Thursday, 31 December 2015

The Last Spike

"Rails across Canada: A Pictorial Journey from Coast to Coast", David Cable

Despite sharing a telephone dialing code with its more populous neighbour to the south, one area where Canada can hold its head up with a certain level of distinctive identity is in its transcontinental railroad. Just as impressive an achievement as the American drive from sea to shining sea, the twin railroads of the Canadian National and Canadian Pacific span the continental lands mass covering over 30,000 route miles of track.

Culturally there's something very resonant about Canada's railways - perhaps it's because in the great north there's more isolation and the railroad provides one of the tenuous filaments connecting elements of civilisation in the opens wastes together. From the iconic image of Donald Alexander Smith hammering home 'the last spike' at Craigellachie in 1885, through E J Pratt's epic similarly titled narrative poem, to the Cowboy Junkies and their spectacularly melancholy ninth track from 1992's "Black Eyed Man". 

Those looking for a documentary history of the birth of Canada's railways, or indeed an insight into the nature of today's rail system, will not find this in Cable's "Rails across Canada", for this they would be better to start elsewhere, perhaps with Berton's two volumes on the system's origins ("The National Dream" and "The Last Spike"), but as context there is some real value to be had here. In just over 200 pages of photography taken over the course of several journeys across Canada Cable documents the reality of Canadian railways, showing the scale of engineering, the topography dealt with, and the reality that much as in the United States railways in this part of North America are enjoying a renaissance - just one that is comparatively invisible as it is one executed with passengers.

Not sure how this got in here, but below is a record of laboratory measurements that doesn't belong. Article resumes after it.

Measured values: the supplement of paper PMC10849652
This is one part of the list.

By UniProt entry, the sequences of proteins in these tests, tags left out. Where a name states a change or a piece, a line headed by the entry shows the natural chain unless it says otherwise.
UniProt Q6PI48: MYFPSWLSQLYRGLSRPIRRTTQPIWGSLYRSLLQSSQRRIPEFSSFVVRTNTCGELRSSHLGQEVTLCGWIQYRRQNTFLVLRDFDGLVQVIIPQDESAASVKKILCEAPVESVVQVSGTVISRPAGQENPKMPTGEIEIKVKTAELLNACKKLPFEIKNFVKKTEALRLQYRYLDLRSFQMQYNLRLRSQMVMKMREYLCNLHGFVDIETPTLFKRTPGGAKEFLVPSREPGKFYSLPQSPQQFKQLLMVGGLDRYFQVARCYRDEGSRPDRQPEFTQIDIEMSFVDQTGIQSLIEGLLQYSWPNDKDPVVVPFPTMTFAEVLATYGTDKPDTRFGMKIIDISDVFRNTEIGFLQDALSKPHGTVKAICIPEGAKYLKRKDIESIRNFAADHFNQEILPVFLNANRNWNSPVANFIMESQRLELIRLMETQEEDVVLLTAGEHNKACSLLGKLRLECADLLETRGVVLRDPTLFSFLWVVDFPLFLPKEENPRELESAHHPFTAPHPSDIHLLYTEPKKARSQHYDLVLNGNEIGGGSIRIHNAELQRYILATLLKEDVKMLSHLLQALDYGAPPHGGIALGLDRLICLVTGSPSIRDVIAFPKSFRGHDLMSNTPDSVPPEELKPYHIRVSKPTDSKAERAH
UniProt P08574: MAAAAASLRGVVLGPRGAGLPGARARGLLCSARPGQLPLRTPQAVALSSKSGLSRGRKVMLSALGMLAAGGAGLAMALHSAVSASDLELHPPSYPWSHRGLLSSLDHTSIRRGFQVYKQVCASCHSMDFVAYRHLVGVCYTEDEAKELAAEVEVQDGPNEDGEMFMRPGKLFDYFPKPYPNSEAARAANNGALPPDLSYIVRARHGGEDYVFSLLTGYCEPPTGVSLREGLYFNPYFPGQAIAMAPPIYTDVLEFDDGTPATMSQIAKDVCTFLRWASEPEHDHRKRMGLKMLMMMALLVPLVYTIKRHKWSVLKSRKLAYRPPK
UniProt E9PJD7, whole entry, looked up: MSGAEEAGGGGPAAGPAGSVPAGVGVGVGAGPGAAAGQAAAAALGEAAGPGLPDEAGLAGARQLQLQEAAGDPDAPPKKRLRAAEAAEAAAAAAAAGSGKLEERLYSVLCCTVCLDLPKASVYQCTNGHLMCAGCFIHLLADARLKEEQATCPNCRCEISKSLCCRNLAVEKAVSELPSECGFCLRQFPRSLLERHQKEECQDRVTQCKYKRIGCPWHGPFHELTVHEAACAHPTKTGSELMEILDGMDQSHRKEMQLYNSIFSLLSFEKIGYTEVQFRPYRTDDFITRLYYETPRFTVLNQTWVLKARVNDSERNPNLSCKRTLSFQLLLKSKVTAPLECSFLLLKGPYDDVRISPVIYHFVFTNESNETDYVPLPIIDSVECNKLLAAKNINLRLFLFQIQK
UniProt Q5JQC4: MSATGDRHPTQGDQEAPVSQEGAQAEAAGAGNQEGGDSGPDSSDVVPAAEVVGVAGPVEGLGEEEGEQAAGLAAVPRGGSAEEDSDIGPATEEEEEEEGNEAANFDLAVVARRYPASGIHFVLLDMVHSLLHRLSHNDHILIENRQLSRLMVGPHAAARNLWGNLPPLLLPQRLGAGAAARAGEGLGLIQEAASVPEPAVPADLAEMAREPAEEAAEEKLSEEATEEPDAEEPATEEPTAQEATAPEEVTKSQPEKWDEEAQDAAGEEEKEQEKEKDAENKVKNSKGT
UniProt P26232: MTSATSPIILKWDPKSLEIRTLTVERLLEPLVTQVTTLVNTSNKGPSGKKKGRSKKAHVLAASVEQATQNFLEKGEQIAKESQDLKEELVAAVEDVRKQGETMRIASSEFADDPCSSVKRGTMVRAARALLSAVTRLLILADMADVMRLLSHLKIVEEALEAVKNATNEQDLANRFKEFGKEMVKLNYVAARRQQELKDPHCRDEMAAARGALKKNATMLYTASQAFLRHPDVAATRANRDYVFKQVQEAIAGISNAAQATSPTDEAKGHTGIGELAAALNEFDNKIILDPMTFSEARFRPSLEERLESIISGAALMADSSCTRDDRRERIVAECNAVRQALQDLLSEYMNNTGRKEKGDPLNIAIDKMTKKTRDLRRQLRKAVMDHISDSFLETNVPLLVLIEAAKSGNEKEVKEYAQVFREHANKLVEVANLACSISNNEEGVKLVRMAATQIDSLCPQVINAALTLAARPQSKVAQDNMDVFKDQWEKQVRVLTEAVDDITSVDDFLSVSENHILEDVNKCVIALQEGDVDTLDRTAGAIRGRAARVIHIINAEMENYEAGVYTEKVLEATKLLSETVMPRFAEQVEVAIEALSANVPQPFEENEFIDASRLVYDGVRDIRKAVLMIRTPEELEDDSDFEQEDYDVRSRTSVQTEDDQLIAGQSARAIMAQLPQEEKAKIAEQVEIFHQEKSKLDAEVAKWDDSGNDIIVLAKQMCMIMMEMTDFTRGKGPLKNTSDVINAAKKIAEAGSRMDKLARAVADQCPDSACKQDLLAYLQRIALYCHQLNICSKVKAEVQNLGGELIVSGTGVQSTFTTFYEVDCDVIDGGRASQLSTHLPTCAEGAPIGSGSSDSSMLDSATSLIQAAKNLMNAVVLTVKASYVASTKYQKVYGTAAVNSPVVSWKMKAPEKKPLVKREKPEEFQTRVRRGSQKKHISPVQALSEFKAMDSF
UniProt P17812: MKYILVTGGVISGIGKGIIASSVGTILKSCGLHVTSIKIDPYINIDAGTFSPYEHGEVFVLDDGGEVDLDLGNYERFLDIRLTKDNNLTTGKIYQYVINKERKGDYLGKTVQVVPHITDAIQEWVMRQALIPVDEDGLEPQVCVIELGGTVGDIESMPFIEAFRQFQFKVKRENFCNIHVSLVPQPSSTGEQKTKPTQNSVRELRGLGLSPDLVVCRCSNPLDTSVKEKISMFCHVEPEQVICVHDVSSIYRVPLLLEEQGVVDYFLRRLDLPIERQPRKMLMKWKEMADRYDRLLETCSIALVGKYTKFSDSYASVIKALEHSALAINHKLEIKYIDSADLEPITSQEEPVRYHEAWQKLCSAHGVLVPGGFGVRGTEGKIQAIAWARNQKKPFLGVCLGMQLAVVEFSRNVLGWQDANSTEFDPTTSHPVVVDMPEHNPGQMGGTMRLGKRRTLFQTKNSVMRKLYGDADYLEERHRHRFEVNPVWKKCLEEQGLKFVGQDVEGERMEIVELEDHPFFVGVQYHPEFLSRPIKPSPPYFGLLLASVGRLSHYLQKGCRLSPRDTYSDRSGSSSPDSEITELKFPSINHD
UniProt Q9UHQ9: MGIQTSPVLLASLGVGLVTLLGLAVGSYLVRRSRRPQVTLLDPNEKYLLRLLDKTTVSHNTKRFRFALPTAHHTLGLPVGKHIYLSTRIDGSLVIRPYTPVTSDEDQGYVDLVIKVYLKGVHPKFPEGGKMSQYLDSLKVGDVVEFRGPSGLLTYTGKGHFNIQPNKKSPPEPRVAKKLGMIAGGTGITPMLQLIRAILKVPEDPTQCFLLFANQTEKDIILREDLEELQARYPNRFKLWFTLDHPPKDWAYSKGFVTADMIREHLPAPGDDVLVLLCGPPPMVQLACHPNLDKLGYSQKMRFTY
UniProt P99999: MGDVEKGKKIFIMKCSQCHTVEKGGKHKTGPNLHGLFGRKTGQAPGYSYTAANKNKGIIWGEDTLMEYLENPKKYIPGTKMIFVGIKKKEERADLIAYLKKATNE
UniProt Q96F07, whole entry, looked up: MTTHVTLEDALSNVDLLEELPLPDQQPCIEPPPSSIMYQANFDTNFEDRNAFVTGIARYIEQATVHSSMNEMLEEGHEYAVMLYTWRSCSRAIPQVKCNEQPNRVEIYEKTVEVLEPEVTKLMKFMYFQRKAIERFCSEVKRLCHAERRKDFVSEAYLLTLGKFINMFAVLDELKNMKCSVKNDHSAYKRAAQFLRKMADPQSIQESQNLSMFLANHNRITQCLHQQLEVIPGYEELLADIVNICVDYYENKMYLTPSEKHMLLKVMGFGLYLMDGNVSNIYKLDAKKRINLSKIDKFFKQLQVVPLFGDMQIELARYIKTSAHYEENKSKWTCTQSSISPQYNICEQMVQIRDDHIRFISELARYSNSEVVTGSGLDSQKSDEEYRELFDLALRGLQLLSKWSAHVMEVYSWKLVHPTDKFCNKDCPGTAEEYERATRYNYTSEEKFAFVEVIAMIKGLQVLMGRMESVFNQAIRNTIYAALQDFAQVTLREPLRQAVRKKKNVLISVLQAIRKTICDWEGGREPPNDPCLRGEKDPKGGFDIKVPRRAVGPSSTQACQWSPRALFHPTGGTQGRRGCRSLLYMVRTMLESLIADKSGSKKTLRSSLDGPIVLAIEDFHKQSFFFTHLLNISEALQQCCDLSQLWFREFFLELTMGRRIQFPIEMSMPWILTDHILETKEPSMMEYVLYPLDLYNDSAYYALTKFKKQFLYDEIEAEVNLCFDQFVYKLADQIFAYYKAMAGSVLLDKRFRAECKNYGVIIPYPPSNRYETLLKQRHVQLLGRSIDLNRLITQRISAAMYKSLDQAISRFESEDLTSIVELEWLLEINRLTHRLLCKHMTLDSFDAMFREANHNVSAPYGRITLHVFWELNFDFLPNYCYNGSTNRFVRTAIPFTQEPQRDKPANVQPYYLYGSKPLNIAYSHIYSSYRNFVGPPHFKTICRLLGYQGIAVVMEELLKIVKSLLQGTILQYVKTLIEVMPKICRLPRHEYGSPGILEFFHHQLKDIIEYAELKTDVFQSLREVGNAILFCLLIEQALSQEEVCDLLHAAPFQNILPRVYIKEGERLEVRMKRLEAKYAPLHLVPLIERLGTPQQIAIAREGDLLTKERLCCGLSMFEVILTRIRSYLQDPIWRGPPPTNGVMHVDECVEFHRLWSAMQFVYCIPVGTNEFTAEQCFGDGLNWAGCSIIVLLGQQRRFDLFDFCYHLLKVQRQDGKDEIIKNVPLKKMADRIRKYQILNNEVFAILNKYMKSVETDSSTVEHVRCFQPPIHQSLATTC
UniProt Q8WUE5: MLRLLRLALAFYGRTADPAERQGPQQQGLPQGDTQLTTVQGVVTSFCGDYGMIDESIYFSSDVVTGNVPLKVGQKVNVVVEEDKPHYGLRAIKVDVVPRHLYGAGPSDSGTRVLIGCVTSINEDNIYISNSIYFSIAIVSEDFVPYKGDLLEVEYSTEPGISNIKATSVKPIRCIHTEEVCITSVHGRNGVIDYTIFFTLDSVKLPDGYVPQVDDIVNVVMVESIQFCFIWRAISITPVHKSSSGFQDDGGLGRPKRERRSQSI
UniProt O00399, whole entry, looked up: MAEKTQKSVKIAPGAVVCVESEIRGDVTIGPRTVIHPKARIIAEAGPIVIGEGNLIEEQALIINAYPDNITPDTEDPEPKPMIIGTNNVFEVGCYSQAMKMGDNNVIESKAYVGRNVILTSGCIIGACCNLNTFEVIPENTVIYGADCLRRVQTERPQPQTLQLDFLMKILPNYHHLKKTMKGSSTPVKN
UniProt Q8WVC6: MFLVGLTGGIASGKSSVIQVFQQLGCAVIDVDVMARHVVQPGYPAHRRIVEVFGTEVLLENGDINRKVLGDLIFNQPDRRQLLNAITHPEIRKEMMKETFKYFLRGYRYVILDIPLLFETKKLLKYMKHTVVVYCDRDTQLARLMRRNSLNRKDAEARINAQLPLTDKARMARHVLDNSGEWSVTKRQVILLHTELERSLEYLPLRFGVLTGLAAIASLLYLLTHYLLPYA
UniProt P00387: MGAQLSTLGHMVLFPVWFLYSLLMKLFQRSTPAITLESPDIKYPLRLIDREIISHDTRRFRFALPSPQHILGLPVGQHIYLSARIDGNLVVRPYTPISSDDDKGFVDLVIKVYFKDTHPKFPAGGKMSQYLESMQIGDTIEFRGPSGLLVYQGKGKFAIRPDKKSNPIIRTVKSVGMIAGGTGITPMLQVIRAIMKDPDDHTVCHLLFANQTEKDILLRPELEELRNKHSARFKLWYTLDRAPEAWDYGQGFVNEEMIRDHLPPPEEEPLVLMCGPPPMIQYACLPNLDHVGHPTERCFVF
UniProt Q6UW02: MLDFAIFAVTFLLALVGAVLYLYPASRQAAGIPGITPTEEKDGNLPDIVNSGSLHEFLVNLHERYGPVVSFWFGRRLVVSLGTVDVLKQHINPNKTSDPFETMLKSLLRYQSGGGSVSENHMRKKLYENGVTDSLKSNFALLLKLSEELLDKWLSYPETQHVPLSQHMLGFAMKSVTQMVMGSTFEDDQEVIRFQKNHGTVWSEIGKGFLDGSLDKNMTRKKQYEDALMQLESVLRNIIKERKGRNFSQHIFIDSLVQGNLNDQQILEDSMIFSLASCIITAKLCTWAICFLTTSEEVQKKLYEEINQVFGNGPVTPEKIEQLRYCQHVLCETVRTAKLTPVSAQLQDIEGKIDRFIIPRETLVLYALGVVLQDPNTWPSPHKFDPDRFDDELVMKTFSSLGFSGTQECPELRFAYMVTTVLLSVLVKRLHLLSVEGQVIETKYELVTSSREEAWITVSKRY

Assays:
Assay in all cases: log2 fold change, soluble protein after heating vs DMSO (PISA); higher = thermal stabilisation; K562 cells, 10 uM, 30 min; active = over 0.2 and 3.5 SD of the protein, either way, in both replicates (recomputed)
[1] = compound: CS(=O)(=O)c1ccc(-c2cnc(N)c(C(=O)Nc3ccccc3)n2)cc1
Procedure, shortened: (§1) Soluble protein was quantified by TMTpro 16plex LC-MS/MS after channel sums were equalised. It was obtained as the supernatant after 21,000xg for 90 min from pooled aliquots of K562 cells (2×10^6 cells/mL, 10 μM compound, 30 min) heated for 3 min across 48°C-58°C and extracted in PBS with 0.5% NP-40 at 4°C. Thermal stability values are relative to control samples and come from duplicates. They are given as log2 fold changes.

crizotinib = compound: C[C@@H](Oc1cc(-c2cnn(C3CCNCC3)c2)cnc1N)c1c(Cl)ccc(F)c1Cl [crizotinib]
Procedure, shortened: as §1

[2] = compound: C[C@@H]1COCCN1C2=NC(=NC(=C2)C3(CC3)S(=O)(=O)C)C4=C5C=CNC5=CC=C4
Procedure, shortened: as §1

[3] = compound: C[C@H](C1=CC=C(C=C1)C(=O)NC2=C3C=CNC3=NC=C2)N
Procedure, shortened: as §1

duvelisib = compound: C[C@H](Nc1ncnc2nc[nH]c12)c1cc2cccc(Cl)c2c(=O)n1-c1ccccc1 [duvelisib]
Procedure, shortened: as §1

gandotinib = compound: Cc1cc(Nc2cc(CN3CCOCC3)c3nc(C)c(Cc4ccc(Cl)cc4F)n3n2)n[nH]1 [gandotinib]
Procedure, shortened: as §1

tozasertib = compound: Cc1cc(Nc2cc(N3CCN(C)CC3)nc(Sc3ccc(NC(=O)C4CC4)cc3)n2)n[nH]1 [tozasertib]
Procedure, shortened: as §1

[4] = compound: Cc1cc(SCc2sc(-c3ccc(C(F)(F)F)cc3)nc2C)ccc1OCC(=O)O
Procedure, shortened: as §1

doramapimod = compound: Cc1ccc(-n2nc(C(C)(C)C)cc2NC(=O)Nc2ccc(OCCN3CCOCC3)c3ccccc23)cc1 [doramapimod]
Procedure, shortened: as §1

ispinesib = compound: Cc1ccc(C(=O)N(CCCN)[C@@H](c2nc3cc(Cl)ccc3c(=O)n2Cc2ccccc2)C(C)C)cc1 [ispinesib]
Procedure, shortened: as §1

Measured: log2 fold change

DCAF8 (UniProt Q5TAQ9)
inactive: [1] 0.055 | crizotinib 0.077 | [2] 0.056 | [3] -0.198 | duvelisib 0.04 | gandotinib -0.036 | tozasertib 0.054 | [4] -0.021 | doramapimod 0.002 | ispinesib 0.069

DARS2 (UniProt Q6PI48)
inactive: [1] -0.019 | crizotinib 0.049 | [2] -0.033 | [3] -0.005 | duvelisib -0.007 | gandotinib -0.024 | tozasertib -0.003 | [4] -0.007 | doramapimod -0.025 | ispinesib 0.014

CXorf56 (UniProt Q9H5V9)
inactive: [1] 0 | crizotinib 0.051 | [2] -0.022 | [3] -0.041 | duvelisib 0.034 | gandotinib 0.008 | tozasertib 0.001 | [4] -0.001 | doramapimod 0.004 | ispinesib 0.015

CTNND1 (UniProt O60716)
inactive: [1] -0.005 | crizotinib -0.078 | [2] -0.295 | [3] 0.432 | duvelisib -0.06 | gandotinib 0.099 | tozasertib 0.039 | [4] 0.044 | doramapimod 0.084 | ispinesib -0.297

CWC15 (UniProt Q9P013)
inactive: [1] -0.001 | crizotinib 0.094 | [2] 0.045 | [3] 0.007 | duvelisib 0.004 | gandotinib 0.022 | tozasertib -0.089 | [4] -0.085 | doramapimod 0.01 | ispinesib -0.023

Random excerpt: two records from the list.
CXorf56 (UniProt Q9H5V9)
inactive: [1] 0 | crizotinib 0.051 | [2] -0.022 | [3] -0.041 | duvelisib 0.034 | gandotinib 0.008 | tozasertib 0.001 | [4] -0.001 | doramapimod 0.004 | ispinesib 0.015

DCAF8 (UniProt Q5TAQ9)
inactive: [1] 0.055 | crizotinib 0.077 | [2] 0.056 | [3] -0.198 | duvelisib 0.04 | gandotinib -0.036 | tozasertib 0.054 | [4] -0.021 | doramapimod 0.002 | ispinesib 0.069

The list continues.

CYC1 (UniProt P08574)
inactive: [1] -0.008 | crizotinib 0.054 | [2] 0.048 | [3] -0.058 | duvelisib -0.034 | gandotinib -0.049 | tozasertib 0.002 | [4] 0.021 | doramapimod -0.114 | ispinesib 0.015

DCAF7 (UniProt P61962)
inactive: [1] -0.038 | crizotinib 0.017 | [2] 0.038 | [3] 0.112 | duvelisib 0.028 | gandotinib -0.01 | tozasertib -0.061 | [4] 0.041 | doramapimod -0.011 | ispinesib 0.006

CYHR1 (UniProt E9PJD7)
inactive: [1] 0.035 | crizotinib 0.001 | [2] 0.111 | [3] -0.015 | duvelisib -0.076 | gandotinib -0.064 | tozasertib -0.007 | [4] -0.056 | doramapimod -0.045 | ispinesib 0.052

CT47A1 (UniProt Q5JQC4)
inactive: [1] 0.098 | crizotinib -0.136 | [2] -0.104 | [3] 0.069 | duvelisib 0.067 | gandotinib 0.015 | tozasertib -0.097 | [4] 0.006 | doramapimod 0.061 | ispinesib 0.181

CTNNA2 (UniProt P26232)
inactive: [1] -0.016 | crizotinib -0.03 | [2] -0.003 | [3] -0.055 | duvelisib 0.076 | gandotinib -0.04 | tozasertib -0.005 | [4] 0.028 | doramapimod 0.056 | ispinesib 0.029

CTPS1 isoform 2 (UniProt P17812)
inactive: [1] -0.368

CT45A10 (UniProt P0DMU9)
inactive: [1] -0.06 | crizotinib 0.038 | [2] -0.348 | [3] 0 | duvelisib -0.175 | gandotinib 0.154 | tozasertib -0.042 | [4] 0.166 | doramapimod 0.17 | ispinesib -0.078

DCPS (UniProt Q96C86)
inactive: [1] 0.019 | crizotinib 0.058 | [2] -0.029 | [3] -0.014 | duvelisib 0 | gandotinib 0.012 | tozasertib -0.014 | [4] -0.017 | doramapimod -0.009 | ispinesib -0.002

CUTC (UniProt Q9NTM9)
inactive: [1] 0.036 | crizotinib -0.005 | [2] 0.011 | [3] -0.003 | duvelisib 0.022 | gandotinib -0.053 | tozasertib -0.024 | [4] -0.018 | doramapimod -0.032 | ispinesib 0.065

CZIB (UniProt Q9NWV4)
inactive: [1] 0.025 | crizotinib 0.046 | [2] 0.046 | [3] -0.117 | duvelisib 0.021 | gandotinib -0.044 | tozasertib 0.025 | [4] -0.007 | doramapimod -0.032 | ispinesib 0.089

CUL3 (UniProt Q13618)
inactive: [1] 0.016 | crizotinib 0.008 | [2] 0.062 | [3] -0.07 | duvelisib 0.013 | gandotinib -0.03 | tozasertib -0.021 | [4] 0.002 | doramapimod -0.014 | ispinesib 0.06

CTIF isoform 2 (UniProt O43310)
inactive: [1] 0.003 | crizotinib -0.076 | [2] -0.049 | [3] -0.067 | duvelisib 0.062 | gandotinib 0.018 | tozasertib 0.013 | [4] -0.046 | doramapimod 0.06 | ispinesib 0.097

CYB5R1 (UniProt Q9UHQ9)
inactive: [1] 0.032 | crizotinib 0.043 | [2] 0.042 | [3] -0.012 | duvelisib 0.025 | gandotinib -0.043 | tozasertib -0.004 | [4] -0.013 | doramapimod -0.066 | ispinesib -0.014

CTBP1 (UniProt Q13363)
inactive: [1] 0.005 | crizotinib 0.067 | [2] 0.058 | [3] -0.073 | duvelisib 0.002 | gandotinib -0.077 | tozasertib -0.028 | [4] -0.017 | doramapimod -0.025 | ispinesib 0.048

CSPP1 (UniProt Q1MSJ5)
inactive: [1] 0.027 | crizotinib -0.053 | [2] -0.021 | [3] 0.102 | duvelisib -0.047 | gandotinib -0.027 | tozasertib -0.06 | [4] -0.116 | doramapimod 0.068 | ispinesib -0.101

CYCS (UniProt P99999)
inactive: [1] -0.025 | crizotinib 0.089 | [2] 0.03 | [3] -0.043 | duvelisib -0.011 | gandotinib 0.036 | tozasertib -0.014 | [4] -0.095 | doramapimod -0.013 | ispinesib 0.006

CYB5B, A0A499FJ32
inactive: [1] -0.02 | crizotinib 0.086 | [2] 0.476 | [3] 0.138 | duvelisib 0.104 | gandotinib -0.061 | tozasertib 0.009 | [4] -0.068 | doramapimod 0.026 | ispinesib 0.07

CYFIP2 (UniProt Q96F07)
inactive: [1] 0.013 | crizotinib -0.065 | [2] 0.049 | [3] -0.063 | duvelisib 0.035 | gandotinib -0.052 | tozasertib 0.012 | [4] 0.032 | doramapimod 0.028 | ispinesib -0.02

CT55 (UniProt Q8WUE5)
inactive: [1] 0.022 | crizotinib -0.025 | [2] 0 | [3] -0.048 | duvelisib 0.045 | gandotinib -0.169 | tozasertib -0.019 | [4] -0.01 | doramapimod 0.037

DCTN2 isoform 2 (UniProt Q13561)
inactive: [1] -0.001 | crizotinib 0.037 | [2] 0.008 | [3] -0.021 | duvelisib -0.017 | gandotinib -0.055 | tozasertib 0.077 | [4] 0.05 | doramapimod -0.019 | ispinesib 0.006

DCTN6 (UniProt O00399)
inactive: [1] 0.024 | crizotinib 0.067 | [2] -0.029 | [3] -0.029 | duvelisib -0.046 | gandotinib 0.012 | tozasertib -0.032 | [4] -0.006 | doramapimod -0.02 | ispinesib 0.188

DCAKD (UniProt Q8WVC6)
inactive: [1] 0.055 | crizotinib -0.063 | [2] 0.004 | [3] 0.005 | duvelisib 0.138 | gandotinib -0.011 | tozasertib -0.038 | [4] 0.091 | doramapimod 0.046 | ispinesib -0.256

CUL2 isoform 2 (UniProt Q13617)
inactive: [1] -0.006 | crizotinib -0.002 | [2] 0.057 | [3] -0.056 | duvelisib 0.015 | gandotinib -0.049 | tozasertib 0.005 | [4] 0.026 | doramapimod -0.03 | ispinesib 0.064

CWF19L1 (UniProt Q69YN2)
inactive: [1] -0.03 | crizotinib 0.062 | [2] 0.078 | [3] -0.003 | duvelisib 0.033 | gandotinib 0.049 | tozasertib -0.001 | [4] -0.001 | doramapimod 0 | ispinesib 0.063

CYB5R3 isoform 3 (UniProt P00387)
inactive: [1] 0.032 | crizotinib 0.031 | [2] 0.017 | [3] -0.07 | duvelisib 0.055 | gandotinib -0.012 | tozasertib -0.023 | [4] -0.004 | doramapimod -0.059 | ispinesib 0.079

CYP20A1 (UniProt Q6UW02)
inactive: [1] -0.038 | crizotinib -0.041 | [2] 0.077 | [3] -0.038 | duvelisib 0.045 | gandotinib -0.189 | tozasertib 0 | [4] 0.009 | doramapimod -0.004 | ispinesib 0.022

It's a book of few words, but still one that rewards leafing through, discovering Cable's engagement with Canadian railroads and getting a feel for trains draw such a vast country together. It's enough to inspire you at some stage to devote the time to riding the three day journey across the continent, but equally makes you think about the run of the mill elements that through freight stitch the continent together. Can one still dream of hitching a ride on the longest train you ever saw? 

Disclosure: a review copy of Rails across Canada was provided by Pen and Sword Books.

No comments:

Post a Comment